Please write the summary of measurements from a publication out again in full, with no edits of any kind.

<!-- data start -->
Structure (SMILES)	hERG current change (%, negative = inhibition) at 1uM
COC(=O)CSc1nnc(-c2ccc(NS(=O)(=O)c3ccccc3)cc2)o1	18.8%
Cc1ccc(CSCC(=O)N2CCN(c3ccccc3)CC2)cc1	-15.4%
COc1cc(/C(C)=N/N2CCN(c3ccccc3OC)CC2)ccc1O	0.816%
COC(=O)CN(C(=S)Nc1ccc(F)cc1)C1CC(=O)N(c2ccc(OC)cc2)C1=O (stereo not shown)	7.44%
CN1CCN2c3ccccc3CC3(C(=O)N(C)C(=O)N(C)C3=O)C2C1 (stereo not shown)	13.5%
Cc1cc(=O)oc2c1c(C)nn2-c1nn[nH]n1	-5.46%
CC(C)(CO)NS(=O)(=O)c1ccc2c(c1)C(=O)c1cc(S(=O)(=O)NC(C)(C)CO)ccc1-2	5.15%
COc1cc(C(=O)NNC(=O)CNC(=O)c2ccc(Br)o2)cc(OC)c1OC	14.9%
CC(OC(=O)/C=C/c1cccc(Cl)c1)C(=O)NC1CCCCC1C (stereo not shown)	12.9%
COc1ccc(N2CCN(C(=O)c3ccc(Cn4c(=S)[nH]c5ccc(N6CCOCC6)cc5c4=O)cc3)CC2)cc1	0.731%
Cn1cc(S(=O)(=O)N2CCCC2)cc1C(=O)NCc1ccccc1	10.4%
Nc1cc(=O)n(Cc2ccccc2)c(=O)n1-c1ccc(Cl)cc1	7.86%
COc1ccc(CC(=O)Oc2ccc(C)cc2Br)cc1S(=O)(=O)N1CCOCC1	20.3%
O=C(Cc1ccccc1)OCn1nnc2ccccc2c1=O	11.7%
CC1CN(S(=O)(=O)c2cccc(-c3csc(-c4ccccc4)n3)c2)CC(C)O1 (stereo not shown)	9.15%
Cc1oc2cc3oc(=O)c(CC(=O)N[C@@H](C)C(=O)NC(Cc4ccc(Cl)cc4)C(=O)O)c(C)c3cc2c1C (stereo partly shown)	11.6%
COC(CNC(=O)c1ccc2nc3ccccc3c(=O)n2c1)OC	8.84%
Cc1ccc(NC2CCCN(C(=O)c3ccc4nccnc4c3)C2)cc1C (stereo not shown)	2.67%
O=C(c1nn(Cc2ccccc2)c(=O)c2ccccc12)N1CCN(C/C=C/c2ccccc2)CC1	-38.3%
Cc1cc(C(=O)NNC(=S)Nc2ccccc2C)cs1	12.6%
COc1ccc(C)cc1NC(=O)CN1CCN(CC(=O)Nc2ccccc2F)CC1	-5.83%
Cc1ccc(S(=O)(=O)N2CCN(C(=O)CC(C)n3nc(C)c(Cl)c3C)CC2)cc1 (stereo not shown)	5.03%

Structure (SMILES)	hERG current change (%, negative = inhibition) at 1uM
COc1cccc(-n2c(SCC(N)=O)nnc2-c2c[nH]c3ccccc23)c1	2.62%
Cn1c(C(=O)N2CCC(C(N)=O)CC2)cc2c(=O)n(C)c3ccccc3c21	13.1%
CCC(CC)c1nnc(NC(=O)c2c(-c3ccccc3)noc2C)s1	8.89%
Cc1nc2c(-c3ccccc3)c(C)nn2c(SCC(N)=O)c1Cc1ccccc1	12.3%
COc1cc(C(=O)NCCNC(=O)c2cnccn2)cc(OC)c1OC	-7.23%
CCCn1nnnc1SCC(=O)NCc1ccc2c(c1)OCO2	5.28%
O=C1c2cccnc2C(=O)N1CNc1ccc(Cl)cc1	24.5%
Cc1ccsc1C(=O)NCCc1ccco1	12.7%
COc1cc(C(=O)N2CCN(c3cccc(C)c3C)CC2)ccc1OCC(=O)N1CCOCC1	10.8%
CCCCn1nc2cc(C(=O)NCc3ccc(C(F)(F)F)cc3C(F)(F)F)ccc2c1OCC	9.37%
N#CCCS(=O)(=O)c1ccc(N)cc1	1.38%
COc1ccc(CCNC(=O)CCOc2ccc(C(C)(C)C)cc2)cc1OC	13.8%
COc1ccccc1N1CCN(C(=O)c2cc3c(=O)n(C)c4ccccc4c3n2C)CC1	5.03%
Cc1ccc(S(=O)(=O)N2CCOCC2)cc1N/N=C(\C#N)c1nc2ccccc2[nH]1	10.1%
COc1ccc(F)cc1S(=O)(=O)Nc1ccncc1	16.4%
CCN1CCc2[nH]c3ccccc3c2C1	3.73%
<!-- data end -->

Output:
Structure (SMILES)	hERG current change (%, negative = inhibition) at 1uM
COC(=O)CSc1nnc(-c2ccc(NS(=O)(=O)c3ccccc3)cc2)o1	18.8%
Cc1ccc(CSCC(=O)N2CCN(c3ccccc3)CC2)cc1	-15.4%
COc1cc(/C(C)=N/N2CCN(c3ccccc3OC)CC2)ccc1O	0.816%
COC(=O)CN(C(=S)Nc1ccc(F)cc1)C1CC(=O)N(c2ccc(OC)cc2)C1=O (stereo not shown)	7.44%
CN1CCN2c3ccccc3CC3(C(=O)N(C)C(=O)N(C)C3=O)C2C1 (stereo not shown)	13.5%
Cc1cc(=O)oc2c1c(C)nn2-c1nn[nH]n1	-5.46%
CC(C)(CO)NS(=O)(=O)c1ccc2c(c1)C(=O)c1cc(S(=O)(=O)NC(C)(C)CO)ccc1-2	5.15%
COc1cc(C(=O)NNC(=O)CNC(=O)c2ccc(Br)o2)cc(OC)c1OC	14.9%
CC(OC(=O)/C=C/c1cccc(Cl)c1)C(=O)NC1CCCCC1C (stereo not shown)	12.9%
COc1ccc(N2CCN(C(=O)c3ccc(Cn4c(=S)[nH]c5ccc(N6CCOCC6)cc5c4=O)cc3)CC2)cc1	0.731%
Cn1cc(S(=O)(=O)N2CCCC2)cc1C(=O)NCc1ccccc1	10.4%
Nc1cc(=O)n(Cc2ccccc2)c(=O)n1-c1ccc(Cl)cc1	7.86%
COc1ccc(CC(=O)Oc2ccc(C)cc2Br)cc1S(=O)(=O)N1CCOCC1	20.3%
O=C(Cc1ccccc1)OCn1nnc2ccccc2c1=O	11.7%
CC1CN(S(=O)(=O)c2cccc(-c3csc(-c4ccccc4)n3)c2)CC(C)O1 (stereo not shown)	9.15%
Cc1oc2cc3oc(=O)c(CC(=O)N[C@@H](C)C(=O)NC(Cc4ccc(Cl)cc4)C(=O)O)c(C)c3cc2c1C (stereo partly shown)	11.6%
COC(CNC(=O)c1ccc2nc3ccccc3c(=O)n2c1)OC	8.84%
Cc1ccc(NC2CCCN(C(=O)c3ccc4nccnc4c3)C2)cc1C (stereo not shown)	2.67%
O=C(c1nn(Cc2ccccc2)c(=O)c2ccccc12)N1CCN(C/C=C/c2ccccc2)CC1	-38.3%
Cc1cc(C(=O)NNC(=S)Nc2ccccc2C)cs1	12.6%
COc1ccc(C)cc1NC(=O)CN1CCN(CC(=O)Nc2ccccc2F)CC1	-5.83%
Cc1ccc(S(=O)(=O)N2CCN(C(=O)CC(C)n3nc(C)c(Cl)c3C)CC2)cc1 (stereo not shown)	5.03%

Structure (SMILES)	hERG current change (%, negative = inhibition) at 1uM
COc1cccc(-n2c(SCC(N)=O)nnc2-c2c[nH]c3ccccc23)c1	2.62%
Cn1c(C(=O)N2CCC(C(N)=O)CC2)cc2c(=O)n(C)c3ccccc3c21	13.1%
CCC(CC)c1nnc(NC(=O)c2c(-c3ccccc3)noc2C)s1	8.89%
Cc1nc2c(-c3ccccc3)c(C)nn2c(SCC(N)=O)c1Cc1ccccc1	12.3%
COc1cc(C(=O)NCCNC(=O)c2cnccn2)cc(OC)c1OC	-7.23%
CCCn1nnnc1SCC(=O)NCc1ccc2c(c1)OCO2	5.28%
O=C1c2cccnc2C(=O)N1CNc1ccc(Cl)cc1	24.5%
Cc1ccsc1C(=O)NCCc1ccco1	12.7%
COc1cc(C(=O)N2CCN(c3cccc(C)c3C)CC2)ccc1OCC(=O)N1CCOCC1	10.8%
CCCCn1nc2cc(C(=O)NCc3ccc(C(F)(F)F)cc3C(F)(F)F)ccc2c1OCC	9.37%
N#CCCS(=O)(=O)c1ccc(N)cc1	1.38%
COc1ccc(CCNC(=O)CCOc2ccc(C(C)(C)C)cc2)cc1OC	13.8%
COc1ccccc1N1CCN(C(=O)c2cc3c(=O)n(C)c4ccccc4c3n2C)CC1	5.03%
Cc1ccc(S(=O)(=O)N2CCOCC2)cc1N/N=C(\C#N)c1nc2ccccc2[nH]1	10.1%
COc1ccc(F)cc1S(=O)(=O)Nc1ccncc1	16.4%
CCN1CCc2[nH]c3ccccc3c2C1	3.73%